The U.S. Department of State is advocating the use of the private sector in the rebuilding and reconstruction of Syrian and Iraqi infrastructure in the wake of the war with the Islamic State. Rather than nation building as a government, they believe that privatizing the reformation process will be a far more feasible solution to the problem.

Deputy Secretary John Sullivan expressed his support of the concept while speaking during an event in Washington D.C. put on by the U.S. Institute for Peace. He stated that, “The private sector has tremendous potential to provide meaningful support and engagement in humanitarian responses.” He encouraged the United States government to, “Promote preventative diplomacy and peaceful solutions.” He added that, “We hope that organizations like USIP can help us partner with the private sector to help the vast number of people around the world who are in crises, and to address long-term sustainability challenges. Effective reconstruction is critical to ensuring that ISIS can never return and we are committed to working with our partners in the region to help the government in Iraq rebuild,” and, “The United States is largest single country humanitarian donor for the Syrian response, providing $7.7 billion since the start of the crisis.”

The United States has contributed over $1.7 billion towards humanitarian aid to Iraq since 2014 and has racked up $11 billion in military expenditures while combating the Islamic State. Congress gave the go ahead to spend over $66.7 billion via the Department of Defense, State Department and USAID over the course of 2011 all the way back to 2003. America’s longest running war has cost a fortune not just militarily but also in the reconstruction and maintenance of the regions that it obtains oversight of.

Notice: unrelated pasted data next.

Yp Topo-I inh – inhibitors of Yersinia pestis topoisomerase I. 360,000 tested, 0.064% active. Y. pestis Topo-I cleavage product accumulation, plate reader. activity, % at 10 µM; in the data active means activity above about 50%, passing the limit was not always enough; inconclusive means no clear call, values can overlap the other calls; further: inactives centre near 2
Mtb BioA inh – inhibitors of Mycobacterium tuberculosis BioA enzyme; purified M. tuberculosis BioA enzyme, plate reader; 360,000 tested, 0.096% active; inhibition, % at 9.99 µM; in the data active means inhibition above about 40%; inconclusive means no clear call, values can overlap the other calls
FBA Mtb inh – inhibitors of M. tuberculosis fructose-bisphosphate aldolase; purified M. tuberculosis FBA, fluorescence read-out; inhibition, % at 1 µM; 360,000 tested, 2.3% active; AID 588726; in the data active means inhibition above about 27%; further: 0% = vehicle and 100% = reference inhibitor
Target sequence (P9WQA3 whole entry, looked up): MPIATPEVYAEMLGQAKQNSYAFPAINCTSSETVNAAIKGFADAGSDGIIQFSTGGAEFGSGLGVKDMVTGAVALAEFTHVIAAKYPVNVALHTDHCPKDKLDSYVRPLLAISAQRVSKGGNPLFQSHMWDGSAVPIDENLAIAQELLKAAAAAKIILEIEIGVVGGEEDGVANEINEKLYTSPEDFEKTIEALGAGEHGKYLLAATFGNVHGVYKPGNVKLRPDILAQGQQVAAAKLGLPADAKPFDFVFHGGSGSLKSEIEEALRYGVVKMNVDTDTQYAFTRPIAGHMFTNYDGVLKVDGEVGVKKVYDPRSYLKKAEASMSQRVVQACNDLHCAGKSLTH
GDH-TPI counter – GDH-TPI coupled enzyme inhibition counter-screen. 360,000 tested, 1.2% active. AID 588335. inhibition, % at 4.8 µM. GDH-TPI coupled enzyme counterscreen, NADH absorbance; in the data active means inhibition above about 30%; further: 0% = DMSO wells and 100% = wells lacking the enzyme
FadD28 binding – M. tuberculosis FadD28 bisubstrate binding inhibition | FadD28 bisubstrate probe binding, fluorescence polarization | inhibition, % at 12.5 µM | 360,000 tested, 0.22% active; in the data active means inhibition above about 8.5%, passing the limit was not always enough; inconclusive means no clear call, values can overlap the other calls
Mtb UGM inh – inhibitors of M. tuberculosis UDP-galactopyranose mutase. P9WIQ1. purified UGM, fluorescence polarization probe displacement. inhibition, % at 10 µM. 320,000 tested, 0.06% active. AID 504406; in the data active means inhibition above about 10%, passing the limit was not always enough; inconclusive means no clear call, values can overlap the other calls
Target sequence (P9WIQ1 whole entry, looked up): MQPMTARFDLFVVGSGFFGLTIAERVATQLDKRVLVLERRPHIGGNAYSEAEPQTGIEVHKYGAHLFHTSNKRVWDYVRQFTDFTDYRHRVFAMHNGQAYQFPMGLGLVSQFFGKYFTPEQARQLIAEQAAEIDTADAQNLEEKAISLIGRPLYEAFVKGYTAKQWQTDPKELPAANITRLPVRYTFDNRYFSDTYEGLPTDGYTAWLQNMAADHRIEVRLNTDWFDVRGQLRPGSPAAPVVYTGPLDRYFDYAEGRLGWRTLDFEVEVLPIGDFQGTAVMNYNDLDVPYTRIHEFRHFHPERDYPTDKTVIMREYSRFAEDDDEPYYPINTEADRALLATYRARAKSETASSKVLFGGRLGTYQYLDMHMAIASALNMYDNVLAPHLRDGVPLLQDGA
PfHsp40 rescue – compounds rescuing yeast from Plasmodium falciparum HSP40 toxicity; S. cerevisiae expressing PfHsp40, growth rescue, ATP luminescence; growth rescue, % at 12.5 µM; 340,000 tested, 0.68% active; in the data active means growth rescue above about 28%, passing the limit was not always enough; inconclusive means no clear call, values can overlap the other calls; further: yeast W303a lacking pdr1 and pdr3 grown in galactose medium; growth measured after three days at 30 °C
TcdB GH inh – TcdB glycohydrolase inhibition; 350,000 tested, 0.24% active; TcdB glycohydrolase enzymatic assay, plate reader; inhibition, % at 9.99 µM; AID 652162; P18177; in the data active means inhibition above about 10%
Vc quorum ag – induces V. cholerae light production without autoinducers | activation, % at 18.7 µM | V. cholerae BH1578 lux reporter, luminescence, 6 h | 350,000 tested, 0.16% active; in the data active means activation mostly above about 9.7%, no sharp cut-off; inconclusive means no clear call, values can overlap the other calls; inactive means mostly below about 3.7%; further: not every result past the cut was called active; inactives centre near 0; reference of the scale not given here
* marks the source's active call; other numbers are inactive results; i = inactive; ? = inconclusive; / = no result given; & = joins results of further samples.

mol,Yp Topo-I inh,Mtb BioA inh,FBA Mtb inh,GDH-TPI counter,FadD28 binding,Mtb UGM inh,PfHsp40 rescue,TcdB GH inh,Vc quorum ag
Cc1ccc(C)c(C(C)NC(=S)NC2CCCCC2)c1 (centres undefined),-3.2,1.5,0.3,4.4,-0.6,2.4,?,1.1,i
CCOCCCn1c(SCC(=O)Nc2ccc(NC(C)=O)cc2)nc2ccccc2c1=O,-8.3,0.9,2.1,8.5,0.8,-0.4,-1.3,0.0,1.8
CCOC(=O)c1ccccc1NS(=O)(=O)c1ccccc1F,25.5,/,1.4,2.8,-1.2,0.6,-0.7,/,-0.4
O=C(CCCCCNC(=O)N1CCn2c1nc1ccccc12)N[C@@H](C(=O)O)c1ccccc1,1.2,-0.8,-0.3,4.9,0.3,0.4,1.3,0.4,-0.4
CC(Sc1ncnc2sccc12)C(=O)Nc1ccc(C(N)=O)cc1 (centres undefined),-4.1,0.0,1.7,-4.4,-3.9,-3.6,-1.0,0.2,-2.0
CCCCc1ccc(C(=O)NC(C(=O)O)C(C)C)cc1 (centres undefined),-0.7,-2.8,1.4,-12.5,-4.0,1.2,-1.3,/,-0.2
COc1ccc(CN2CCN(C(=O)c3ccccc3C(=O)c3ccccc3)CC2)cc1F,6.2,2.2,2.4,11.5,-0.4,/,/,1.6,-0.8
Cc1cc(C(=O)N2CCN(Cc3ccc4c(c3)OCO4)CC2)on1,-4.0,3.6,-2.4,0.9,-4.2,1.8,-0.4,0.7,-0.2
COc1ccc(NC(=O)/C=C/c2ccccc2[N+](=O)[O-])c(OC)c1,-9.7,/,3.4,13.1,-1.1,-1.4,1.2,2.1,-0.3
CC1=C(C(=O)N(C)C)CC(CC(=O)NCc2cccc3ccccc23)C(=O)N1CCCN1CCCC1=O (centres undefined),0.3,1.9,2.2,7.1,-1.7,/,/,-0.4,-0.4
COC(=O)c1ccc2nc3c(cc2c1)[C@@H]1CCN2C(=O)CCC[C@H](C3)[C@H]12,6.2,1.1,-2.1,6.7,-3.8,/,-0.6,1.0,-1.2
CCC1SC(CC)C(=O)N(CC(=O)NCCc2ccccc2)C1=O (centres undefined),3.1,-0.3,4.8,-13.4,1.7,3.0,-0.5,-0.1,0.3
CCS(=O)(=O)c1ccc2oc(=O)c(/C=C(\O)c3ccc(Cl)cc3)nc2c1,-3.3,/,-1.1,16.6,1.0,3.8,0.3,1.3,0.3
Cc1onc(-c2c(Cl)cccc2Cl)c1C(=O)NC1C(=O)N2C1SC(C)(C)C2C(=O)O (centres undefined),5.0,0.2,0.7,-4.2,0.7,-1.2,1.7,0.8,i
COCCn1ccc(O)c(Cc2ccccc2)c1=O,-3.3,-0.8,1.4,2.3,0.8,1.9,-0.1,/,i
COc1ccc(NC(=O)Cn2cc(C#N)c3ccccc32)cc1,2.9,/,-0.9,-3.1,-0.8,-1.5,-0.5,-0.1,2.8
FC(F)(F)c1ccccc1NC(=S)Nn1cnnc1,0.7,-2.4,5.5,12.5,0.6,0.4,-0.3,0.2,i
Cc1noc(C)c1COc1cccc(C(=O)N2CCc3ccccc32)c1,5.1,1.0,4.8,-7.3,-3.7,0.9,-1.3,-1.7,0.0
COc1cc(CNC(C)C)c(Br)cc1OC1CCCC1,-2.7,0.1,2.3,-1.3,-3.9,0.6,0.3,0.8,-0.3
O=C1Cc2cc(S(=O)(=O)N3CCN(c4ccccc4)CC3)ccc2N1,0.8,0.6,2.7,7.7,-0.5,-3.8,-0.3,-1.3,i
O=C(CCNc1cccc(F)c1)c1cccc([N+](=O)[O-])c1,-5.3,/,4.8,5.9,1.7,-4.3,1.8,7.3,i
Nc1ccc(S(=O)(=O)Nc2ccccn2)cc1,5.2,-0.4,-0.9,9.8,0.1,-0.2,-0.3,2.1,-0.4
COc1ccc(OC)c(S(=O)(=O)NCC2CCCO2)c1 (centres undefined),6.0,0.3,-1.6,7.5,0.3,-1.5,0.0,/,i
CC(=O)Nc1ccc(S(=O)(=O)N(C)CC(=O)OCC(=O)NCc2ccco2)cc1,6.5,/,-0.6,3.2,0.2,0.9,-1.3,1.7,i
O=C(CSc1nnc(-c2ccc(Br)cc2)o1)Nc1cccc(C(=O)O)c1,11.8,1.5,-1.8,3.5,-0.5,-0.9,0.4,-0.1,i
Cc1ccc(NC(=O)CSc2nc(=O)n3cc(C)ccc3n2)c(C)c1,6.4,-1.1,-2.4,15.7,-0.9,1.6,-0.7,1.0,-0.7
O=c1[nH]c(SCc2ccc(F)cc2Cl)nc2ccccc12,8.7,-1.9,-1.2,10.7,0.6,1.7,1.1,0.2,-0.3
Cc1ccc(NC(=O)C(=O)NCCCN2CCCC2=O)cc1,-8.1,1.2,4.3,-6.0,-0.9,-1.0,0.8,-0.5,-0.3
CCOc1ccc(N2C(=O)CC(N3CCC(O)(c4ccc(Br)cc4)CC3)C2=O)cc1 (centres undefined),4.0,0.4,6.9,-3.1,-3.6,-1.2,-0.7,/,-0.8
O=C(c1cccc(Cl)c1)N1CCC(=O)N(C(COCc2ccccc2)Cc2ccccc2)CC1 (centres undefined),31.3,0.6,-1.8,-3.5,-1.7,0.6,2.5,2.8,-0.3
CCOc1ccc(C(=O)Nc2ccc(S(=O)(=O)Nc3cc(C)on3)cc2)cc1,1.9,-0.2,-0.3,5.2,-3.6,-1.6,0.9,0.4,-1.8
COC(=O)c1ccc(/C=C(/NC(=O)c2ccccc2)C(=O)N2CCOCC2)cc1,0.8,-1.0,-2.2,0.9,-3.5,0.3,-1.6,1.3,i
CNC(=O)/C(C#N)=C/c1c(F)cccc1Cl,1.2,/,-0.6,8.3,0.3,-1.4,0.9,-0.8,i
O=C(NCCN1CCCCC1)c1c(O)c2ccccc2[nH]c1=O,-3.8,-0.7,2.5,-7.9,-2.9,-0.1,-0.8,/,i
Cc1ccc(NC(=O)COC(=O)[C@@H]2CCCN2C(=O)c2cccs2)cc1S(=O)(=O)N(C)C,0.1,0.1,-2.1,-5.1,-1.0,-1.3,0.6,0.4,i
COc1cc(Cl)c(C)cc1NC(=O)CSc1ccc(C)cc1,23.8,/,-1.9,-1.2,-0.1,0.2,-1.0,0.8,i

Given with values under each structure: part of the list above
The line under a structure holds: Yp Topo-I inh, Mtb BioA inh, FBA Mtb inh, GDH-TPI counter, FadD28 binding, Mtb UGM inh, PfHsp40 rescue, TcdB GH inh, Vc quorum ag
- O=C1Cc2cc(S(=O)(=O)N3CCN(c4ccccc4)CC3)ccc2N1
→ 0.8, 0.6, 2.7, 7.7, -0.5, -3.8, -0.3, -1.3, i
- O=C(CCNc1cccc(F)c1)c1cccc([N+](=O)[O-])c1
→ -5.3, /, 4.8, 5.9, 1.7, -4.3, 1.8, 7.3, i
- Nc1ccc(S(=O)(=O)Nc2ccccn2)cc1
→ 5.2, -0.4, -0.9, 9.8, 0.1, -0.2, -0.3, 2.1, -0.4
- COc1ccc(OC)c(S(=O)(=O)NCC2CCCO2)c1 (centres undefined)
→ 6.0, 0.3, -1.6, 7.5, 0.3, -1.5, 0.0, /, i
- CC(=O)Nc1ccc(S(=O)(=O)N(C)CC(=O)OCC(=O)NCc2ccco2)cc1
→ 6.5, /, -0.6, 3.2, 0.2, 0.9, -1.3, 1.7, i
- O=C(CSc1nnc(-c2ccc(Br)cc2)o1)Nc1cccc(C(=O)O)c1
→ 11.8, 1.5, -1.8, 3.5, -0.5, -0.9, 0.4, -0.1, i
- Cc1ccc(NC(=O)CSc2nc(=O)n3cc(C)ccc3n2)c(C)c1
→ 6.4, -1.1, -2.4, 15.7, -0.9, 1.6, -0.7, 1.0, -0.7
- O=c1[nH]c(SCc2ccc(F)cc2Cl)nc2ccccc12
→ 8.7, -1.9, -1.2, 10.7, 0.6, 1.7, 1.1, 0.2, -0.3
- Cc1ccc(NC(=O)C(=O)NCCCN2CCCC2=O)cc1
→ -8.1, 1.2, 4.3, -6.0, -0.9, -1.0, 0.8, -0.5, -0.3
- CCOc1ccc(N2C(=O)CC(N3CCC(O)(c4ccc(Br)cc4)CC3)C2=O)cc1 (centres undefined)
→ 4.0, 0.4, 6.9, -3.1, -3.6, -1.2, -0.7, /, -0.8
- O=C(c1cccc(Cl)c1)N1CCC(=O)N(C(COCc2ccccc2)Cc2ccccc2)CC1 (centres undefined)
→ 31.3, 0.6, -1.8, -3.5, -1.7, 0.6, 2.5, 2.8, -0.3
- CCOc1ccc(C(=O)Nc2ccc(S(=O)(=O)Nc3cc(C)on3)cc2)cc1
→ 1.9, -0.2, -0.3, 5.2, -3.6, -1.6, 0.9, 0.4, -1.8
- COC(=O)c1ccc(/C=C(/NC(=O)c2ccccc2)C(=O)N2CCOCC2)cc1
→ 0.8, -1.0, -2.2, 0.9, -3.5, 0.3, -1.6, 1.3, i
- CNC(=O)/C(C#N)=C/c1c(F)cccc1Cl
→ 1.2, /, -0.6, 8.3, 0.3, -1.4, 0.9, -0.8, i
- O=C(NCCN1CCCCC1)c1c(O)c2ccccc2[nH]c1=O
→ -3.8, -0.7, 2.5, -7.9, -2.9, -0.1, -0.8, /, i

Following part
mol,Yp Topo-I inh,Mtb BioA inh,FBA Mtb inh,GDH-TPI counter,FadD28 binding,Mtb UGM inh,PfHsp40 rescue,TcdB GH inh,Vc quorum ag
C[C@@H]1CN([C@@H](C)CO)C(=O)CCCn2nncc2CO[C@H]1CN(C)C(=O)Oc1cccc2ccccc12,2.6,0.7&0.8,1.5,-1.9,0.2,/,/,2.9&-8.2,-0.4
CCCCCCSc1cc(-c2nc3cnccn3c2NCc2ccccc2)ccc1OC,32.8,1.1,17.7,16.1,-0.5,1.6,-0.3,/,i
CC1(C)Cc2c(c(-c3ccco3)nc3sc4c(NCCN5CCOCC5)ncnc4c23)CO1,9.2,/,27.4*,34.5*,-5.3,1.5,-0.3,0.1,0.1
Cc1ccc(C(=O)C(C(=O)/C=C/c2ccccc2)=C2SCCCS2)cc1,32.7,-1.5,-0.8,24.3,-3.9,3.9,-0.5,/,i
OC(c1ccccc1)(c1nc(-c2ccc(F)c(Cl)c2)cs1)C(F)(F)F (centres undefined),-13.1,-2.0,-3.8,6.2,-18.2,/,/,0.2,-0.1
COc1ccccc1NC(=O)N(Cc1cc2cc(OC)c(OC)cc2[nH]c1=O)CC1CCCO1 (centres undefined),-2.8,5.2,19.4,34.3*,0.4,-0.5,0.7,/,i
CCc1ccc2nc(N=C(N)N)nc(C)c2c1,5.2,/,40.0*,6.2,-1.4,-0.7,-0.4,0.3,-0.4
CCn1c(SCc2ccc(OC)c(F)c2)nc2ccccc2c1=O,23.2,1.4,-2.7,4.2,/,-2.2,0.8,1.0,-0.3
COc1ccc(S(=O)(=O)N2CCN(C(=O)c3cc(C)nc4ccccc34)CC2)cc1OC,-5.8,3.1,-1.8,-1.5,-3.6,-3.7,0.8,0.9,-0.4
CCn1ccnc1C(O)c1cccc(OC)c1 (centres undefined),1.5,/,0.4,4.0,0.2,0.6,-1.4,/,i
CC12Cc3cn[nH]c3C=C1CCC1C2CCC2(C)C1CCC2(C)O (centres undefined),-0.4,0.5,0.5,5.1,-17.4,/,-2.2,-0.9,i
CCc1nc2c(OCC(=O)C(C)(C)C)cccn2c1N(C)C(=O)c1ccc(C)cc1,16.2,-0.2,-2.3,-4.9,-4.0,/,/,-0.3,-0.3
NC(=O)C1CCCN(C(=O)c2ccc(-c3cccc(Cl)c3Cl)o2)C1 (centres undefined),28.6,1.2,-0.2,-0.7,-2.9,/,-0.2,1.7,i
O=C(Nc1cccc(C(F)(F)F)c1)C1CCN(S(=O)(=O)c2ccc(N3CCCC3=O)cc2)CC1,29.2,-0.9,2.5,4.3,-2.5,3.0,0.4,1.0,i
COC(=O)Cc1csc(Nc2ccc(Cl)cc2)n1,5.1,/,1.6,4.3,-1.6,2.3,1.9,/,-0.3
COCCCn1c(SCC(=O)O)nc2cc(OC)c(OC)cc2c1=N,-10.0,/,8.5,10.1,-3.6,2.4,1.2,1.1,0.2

Iraq’s Prime Minister, Haider Abadi, attended the reconstruction conference in Kuwait last month where he donated, pledged, and loaned nearly $30 billion. This is almost one third of what he had projected it would cost to rebuild Iraq in the wake of the war with the Islamic State. According to the United States led coalition, “nearly 100 percent,” of the Islamic State has been destroyed or removed from Syria and Iraq. Despite this bold assessment, sleeper cells of extremists continue to attack small villages and security forces in the Kirkuk region as well as in pockets of Syria.

The United States and its allies, some not allies but perusing the same vested interest of eliminating the threat of ISIS all the same, are continuing their efforts to stabilize the region and clean out the remnants of the Islamic State. While they wrap up these military offensive operations and begin to focus on security aspects, the long list of NGOs (non-governmental organization) are standing by alongside private companies to dash in and start their respective projects.

Featured Image Courtesy of the U.S. Air Force